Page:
They helped others understand that any government lacking the consent of the governed is illegitimate. They adopted a written constitution, authorized by the people, that clearly grants, defines, and limits government power with a view that the only proper purpose of government is to protect the individual rights of citizens, and nothing more.
They reserved for themselves a large realm of individual privacy, in which each citizen is free to pursue happiness, use his own property and run his own business, worship God as (and if) he chooses, raise and educate his own children, employ his labor as he sees best and keep what he produces and earns, trade with others who want to trade, and speak openly, all without government interference.
This was modernity at its best.
The American Founding also borrowed from the old and traditional. Immediately following a modern revolution, America experienced a founding that was classical in character, complete with lawgiving “founders”—something common in the ancient world. The Americans were not like the French, whose revolution devoured itself and required Napoleon’s heavy hand to stop.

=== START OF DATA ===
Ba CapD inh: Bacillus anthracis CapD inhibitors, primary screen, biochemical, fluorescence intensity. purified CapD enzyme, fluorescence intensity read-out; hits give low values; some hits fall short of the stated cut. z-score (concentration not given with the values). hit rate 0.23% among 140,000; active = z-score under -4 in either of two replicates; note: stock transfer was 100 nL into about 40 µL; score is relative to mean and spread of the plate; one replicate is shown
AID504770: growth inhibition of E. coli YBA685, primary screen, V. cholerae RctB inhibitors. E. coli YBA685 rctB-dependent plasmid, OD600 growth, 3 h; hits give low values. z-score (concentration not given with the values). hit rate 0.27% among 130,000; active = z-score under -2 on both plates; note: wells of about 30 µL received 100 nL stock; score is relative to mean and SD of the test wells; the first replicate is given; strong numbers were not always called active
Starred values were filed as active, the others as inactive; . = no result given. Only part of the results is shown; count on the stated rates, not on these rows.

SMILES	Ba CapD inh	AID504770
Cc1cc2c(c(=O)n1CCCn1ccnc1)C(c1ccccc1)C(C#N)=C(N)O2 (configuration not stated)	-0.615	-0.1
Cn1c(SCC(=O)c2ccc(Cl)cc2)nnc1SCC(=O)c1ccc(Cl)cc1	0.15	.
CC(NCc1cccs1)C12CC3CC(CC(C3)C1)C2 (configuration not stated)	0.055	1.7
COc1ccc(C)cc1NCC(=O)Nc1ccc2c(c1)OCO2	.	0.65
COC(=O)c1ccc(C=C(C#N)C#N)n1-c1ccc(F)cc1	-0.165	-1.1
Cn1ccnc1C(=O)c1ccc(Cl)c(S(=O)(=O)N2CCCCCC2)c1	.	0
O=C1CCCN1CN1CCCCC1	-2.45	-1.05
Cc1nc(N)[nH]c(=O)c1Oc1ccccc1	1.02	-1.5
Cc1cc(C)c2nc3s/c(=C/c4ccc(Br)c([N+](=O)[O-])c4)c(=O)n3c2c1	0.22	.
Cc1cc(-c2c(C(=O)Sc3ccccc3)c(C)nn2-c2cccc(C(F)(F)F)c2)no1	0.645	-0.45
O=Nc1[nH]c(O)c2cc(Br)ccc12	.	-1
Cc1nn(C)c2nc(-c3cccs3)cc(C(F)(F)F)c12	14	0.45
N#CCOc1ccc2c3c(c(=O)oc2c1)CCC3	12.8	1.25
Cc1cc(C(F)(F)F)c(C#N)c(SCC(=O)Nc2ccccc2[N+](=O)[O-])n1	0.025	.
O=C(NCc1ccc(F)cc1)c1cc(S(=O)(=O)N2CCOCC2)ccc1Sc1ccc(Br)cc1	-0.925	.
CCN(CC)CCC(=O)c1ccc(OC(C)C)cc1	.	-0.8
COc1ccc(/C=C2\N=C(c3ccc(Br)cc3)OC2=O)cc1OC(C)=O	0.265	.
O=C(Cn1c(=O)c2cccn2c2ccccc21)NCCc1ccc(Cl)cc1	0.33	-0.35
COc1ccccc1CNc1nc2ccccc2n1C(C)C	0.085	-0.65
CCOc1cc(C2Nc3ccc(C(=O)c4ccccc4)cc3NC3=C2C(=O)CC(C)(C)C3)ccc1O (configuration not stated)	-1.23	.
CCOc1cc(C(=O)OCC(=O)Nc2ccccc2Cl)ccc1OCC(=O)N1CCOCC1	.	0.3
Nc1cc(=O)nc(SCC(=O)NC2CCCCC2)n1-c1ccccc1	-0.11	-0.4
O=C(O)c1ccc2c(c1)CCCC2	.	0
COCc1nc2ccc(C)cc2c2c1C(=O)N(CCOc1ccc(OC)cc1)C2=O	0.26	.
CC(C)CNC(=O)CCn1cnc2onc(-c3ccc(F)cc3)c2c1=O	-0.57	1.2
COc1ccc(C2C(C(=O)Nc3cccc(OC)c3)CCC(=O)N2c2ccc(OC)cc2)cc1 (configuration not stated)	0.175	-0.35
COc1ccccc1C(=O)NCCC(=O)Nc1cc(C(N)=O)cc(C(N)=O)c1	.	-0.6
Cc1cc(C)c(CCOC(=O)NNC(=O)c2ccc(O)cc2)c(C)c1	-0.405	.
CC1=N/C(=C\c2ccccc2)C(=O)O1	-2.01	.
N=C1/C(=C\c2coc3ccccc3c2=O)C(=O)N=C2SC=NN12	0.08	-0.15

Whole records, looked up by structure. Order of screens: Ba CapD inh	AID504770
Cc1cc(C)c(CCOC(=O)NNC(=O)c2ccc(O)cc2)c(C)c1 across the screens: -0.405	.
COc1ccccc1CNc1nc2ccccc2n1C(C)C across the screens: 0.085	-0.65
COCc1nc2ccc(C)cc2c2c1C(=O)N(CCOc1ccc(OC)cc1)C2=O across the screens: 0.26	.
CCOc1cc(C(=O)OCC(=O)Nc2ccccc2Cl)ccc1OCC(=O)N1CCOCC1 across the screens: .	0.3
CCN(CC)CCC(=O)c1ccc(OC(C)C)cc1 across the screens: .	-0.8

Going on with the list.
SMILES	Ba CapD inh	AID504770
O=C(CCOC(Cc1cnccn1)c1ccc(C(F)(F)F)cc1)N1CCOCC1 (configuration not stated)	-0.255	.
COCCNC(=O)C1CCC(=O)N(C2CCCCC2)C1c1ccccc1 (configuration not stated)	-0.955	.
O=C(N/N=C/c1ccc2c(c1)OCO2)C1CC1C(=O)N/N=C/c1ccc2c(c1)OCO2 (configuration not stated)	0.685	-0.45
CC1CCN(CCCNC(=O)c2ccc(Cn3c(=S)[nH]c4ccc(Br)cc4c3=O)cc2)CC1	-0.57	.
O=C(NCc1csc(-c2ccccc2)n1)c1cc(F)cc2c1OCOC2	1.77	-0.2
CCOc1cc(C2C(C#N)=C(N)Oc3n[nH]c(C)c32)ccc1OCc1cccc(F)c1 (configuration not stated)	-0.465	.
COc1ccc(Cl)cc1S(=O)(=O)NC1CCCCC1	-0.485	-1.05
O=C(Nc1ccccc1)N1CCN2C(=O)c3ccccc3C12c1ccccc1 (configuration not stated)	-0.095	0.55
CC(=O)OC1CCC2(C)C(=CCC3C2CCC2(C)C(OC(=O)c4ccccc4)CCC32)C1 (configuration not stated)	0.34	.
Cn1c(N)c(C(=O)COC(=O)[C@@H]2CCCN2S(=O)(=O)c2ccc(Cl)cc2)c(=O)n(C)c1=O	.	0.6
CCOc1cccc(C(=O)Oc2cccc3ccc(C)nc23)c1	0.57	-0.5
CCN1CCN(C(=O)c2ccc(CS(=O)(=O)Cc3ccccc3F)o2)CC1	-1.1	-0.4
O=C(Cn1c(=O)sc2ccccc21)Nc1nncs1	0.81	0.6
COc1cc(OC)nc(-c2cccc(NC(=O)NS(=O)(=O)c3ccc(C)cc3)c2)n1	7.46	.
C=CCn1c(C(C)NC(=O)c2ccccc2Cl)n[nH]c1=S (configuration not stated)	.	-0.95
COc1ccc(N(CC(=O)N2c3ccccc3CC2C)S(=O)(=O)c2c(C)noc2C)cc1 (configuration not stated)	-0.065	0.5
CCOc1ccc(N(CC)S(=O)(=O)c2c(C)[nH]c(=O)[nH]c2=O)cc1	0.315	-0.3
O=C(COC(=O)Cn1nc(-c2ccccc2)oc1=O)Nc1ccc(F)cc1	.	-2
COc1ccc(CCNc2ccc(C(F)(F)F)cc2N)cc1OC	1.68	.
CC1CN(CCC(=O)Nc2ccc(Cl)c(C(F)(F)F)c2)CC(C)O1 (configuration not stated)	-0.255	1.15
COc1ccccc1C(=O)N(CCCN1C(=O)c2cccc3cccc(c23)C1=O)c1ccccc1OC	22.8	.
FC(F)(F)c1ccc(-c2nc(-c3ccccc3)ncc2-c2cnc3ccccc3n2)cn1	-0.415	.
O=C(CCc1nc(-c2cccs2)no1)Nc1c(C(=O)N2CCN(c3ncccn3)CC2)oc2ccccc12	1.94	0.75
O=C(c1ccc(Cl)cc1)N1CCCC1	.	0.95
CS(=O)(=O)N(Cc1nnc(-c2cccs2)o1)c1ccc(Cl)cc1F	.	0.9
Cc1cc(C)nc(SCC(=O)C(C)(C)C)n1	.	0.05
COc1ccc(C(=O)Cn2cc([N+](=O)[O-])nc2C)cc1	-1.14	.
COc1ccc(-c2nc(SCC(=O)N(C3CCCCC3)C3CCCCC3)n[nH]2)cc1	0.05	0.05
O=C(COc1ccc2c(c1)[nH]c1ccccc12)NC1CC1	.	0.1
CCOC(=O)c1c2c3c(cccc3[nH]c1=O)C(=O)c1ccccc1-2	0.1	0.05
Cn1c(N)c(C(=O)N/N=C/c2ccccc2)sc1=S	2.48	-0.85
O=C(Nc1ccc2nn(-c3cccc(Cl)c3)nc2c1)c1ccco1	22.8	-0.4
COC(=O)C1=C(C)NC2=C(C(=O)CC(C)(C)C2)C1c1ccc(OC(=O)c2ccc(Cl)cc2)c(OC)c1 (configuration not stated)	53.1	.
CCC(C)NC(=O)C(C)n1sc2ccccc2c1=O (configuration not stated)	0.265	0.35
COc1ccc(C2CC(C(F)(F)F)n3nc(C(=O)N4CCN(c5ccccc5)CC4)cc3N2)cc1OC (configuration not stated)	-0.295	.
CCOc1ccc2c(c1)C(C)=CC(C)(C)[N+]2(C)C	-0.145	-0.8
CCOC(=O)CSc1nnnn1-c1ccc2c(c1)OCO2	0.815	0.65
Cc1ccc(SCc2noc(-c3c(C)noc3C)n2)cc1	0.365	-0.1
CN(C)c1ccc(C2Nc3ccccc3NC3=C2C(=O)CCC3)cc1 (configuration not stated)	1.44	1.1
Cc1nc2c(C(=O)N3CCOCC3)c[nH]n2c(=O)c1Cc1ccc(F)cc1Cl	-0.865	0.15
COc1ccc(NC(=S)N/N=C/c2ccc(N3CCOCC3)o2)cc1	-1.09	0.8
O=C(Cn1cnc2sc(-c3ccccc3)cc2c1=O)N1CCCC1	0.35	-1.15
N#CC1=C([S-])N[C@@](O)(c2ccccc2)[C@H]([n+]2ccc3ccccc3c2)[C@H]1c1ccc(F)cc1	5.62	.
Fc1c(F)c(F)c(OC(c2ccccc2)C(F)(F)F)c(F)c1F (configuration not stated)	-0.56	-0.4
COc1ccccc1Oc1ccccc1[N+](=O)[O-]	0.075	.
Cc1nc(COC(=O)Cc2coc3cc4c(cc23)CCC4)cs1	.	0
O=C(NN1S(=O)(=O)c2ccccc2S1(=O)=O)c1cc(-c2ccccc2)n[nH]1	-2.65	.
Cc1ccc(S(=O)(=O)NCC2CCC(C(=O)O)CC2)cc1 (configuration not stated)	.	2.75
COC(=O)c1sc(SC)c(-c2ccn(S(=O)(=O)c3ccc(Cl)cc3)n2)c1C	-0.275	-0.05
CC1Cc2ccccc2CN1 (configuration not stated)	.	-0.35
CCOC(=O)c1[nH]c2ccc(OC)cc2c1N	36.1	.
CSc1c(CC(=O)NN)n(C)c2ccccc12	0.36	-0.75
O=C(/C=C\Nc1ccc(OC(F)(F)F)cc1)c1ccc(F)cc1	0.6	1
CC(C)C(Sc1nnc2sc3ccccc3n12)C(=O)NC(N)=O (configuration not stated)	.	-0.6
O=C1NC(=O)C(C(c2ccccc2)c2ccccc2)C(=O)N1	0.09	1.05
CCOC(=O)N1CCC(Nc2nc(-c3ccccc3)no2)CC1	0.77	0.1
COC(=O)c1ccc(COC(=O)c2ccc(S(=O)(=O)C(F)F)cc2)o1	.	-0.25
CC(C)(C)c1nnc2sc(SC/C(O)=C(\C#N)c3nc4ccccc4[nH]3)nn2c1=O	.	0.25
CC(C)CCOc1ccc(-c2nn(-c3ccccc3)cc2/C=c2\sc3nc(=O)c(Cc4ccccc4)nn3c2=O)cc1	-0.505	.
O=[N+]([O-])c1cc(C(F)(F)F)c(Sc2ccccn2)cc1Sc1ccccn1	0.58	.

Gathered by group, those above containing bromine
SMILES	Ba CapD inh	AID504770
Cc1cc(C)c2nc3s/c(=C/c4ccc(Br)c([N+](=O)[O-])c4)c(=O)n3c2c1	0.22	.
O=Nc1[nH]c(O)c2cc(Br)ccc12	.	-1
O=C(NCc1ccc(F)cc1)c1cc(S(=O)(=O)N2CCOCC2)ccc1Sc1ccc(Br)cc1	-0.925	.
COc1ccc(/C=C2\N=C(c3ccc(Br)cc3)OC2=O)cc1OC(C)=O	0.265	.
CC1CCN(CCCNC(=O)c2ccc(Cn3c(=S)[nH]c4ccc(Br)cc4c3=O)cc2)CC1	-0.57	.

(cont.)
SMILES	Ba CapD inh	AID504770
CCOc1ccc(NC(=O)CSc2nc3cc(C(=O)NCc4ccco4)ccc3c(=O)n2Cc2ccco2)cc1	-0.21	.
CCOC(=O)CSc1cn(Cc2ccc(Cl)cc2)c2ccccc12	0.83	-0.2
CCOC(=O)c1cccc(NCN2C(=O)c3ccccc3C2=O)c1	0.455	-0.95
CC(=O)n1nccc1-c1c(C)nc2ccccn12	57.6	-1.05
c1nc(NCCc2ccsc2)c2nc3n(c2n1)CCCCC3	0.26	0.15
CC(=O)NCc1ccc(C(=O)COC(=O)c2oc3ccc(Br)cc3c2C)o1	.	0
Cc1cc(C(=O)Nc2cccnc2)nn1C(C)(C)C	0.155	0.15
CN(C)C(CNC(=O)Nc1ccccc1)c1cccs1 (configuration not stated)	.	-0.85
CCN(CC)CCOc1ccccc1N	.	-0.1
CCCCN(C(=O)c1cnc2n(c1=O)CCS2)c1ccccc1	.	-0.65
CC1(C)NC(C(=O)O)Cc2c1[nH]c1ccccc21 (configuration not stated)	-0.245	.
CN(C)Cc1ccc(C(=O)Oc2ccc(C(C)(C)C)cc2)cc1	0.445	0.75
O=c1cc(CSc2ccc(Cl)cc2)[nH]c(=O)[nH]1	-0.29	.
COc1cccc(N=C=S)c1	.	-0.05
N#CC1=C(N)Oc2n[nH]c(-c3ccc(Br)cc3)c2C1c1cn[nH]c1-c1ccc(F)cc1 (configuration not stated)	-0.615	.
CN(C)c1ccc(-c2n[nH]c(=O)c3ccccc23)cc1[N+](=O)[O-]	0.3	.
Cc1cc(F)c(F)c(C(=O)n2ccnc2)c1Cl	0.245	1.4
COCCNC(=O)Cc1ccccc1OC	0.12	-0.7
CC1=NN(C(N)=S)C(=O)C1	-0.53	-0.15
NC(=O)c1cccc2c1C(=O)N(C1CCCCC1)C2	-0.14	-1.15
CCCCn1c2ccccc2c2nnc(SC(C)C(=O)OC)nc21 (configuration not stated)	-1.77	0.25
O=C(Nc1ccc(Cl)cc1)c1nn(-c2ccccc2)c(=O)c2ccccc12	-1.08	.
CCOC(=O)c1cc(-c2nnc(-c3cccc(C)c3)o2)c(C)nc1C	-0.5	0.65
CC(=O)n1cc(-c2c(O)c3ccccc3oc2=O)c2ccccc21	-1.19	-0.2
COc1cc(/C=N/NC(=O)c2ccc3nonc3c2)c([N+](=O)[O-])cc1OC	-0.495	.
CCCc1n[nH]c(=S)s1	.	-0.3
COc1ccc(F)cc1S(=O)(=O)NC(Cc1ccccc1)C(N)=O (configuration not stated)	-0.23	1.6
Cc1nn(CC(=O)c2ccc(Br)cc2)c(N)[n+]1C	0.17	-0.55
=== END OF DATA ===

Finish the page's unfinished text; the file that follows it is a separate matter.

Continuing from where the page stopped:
According to the Declaration of Independence, “when a long train of abuses and usurpations, pursuing invariably the same object evinces a design to reduce them under absolute despotism, it is their right, it is their duty, to throw off such government, and to provide new guards for their future security.” The Americans showed the world how to do both: throw off a bad government, and provide new guards for their rights.